Doubts over military fantasyland's feasibility
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A multibillion-yuan military theme park featuring an armed forces fantasyland is expected to be built in Beijing over the next five years amid questions about its feasibility.
Qi Zhongliang, deputy curator of Beijing's Military Museum of the Chinese People's Revolution, was quoted by Xinhua as saying the museum planned to build the 213-hectare theme park in Daxing district's 'New Beizang Town'.
The park would comprise five parts: an outdoor 'square' showing the development of Chinese warfare, the fantasyland, campsites for defence education and training, a zone exploring military innovation and a cultural centre, Qi told Xinhua.
The square would have several sections dedicated to military intelligence, art, technology and generals, the report said.
In the fantasyland, visitors would experience classical military stories and famous battles brought to life through interactive technology.
The project still needed to be approved by the central government but was expected to cost about 9.5 billion yuan (HK$11.59 billion), Xinhua said. But it was not clear where the money for the project would come from.
Despite the huge planned investment and the project's grand scale, military enthusiasts said the park would be less attractive than existing parks and revolutionary bases.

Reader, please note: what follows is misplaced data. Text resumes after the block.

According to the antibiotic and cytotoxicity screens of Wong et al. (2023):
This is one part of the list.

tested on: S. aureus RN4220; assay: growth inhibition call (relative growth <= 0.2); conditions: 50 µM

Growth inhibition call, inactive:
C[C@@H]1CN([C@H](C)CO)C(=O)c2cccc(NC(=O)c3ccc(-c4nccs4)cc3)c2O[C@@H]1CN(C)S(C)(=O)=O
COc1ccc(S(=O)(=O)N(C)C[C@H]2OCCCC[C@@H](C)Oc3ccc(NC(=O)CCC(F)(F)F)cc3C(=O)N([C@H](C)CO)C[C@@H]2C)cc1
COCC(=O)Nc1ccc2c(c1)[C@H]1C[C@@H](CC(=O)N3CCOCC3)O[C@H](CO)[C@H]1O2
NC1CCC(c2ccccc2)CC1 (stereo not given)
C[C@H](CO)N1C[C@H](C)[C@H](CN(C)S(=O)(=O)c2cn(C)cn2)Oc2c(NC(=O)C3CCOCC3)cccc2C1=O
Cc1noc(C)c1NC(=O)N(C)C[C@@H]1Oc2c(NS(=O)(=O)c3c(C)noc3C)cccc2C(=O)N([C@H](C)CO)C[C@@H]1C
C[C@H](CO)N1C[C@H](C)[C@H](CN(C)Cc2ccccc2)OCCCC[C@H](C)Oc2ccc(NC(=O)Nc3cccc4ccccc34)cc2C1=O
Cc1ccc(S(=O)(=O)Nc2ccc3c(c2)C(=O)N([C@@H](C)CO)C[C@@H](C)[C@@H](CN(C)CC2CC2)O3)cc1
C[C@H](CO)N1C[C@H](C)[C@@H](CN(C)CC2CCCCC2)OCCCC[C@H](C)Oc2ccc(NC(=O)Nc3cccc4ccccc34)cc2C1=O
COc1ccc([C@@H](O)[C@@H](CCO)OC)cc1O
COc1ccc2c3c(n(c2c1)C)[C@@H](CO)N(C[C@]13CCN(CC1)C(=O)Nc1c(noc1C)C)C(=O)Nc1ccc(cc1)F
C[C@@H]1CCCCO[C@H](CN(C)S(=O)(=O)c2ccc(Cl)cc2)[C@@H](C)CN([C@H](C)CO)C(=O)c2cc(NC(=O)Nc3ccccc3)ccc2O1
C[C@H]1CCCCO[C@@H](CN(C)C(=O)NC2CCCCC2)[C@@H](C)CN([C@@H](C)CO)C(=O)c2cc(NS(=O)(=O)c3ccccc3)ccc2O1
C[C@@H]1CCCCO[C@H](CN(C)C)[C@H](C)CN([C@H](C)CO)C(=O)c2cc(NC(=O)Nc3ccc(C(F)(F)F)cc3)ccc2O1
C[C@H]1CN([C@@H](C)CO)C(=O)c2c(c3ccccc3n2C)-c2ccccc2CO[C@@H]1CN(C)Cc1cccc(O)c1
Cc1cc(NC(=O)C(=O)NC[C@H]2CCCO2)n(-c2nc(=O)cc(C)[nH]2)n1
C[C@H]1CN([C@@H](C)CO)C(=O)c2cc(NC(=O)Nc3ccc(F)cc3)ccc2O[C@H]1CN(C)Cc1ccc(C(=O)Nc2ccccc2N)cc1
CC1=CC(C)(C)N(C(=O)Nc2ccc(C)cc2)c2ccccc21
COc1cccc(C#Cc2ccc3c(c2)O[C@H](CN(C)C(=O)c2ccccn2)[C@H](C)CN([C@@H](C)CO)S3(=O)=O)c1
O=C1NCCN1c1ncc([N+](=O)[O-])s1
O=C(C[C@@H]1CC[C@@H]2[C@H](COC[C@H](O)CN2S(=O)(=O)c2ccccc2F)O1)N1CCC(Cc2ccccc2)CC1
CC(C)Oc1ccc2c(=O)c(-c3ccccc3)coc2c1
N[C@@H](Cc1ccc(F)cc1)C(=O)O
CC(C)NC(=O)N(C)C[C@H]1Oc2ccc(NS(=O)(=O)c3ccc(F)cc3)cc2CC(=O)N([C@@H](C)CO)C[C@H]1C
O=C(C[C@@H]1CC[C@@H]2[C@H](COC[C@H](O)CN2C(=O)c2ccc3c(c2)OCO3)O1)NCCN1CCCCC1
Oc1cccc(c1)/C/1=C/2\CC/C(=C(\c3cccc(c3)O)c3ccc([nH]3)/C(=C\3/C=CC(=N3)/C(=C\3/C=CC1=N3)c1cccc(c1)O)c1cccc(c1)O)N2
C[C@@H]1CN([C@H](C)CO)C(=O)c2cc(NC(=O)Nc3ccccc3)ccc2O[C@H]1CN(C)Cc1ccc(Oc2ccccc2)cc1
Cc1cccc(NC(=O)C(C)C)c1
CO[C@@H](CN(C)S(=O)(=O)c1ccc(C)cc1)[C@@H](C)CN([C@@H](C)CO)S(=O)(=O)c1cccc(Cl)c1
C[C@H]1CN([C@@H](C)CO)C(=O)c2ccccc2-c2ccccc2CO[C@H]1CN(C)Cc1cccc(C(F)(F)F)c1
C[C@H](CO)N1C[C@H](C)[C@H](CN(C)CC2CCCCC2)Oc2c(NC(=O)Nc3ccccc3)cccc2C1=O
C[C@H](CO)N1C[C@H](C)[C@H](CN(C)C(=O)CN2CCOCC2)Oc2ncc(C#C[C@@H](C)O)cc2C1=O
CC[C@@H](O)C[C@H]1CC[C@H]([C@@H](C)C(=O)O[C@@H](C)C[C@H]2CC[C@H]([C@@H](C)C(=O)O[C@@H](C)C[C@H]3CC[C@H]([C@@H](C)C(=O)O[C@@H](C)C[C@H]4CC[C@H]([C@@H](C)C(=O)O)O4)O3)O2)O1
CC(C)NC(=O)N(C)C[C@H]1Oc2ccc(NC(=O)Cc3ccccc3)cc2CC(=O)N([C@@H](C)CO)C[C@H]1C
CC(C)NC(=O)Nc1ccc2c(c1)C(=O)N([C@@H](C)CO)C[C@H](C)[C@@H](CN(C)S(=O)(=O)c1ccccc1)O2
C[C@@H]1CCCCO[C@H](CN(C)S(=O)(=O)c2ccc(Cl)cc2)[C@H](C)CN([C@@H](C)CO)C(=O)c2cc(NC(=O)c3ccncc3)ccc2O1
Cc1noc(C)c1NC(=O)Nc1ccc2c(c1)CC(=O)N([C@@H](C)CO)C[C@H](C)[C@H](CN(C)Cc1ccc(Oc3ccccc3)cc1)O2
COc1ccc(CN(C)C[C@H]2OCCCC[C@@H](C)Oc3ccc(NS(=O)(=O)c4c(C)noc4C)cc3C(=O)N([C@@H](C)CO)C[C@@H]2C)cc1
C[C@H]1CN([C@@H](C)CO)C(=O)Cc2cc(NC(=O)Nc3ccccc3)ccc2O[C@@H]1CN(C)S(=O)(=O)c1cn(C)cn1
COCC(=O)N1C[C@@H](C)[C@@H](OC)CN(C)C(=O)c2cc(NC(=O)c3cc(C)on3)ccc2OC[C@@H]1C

'Beijing is not a right and proper place to build any military theme park because of its purely symbolic role,' Hunan school teacher Benjamin Xia Peng said.
'The capital is a cultural and political centre, not a historical battleground. It's just a podium. I'd rather visit Tiananmen Square, the [Forbidden City] Palace Museum or the Summer Palace.'
Shanghai-based enthusiast Chen Baoshu said the theme park would probably be more about making money than a place for serious understanding of warfare like the military museum.
'Like other theme parks, it will be a place full of commercial elements,' Chen said.
'So I don't think it's good news for military enthusiasts.'
Just last week, the National Development and Reform Commission (NDRC) ordered local governments to stop approvals of all theme parks costing more than 500 million yuan or covering more than 1.3 hectares.
The NDRC insisted in 2004 that plans for all major theme parks be submitted to the State Council for approval to prevent local governments and developers using them as cover to develop more profitable projects. In 2008, amid the global financial crisis, the central government offered fast-track approvals for theme parks to encourage use of stimulus money.
This the estimated amount of money, in yuan, which has been invested in approximately 2,500 theme parks on the mainland